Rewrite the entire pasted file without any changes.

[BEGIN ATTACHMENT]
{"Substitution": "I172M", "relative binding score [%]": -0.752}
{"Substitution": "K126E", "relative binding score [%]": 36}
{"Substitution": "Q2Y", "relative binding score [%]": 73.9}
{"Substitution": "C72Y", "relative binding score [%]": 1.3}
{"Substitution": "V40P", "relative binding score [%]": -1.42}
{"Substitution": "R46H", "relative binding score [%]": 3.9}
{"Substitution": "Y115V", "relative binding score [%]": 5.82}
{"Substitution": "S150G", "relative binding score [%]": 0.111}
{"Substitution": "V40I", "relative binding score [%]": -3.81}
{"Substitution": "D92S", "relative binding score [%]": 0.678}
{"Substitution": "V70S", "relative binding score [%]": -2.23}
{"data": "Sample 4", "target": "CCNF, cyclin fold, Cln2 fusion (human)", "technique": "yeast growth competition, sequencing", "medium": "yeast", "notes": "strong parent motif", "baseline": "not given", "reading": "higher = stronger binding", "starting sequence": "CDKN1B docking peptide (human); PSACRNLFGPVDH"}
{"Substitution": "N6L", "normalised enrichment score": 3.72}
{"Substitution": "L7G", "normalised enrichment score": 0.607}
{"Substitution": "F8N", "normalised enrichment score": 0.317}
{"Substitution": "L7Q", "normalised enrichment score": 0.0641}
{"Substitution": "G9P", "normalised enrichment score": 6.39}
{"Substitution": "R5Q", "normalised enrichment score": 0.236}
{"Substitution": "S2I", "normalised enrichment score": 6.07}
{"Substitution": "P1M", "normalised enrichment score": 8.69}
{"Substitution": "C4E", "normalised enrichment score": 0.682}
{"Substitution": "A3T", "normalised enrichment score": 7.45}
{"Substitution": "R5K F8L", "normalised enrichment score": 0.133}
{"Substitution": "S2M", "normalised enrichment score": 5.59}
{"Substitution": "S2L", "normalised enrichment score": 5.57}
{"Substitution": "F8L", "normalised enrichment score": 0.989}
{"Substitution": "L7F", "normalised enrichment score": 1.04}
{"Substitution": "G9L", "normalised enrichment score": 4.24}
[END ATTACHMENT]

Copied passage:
{"Substitution": "I172M", "relative binding score [%]": -0.752}
{"Substitution": "K126E", "relative binding score [%]": 36}
{"Substitution": "Q2Y", "relative binding score [%]": 73.9}
{"Substitution": "C72Y", "relative binding score [%]": 1.3}
{"Substitution": "V40P", "relative binding score [%]": -1.42}
{"Substitution": "R46H", "relative binding score [%]": 3.9}
{"Substitution": "Y115V", "relative binding score [%]": 5.82}
{"Substitution": "S150G", "relative binding score [%]": 0.111}
{"Substitution": "V40I", "relative binding score [%]": -3.81}
{"Substitution": "D92S", "relative binding score [%]": 0.678}
{"Substitution": "V70S", "relative binding score [%]": -2.23}
{"data": "Sample 4", "target": "CCNF, cyclin fold, Cln2 fusion (human)", "technique": "yeast growth competition, sequencing", "medium": "yeast", "notes": "strong parent motif", "baseline": "not given", "reading": "higher = stronger binding", "starting sequence": "CDKN1B docking peptide (human); PSACRNLFGPVDH"}
{"Substitution": "N6L", "normalised enrichment score": 3.72}
{"Substitution": "L7G", "normalised enrichment score": 0.607}
{"Substitution": "F8N", "normalised enrichment score": 0.317}
{"Substitution": "L7Q", "normalised enrichment score": 0.0641}
{"Substitution": "G9P", "normalised enrichment score": 6.39}
{"Substitution": "R5Q", "normalised enrichment score": 0.236}
{"Substitution": "S2I", "normalised enrichment score": 6.07}
{"Substitution": "P1M", "normalised enrichment score": 8.69}
{"Substitution": "C4E", "normalised enrichment score": 0.682}
{"Substitution": "A3T", "normalised enrichment score": 7.45}
{"Substitution": "R5K F8L", "normalised enrichment score": 0.133}
{"Substitution": "S2M", "normalised enrichment score": 5.59}
{"Substitution": "S2L", "normalised enrichment score": 5.57}
{"Substitution": "F8L", "normalised enrichment score": 0.989}
{"Substitution": "L7F", "normalised enrichment score": 1.04}
{"Substitution": "G9L", "normalised enrichment score": 4.24}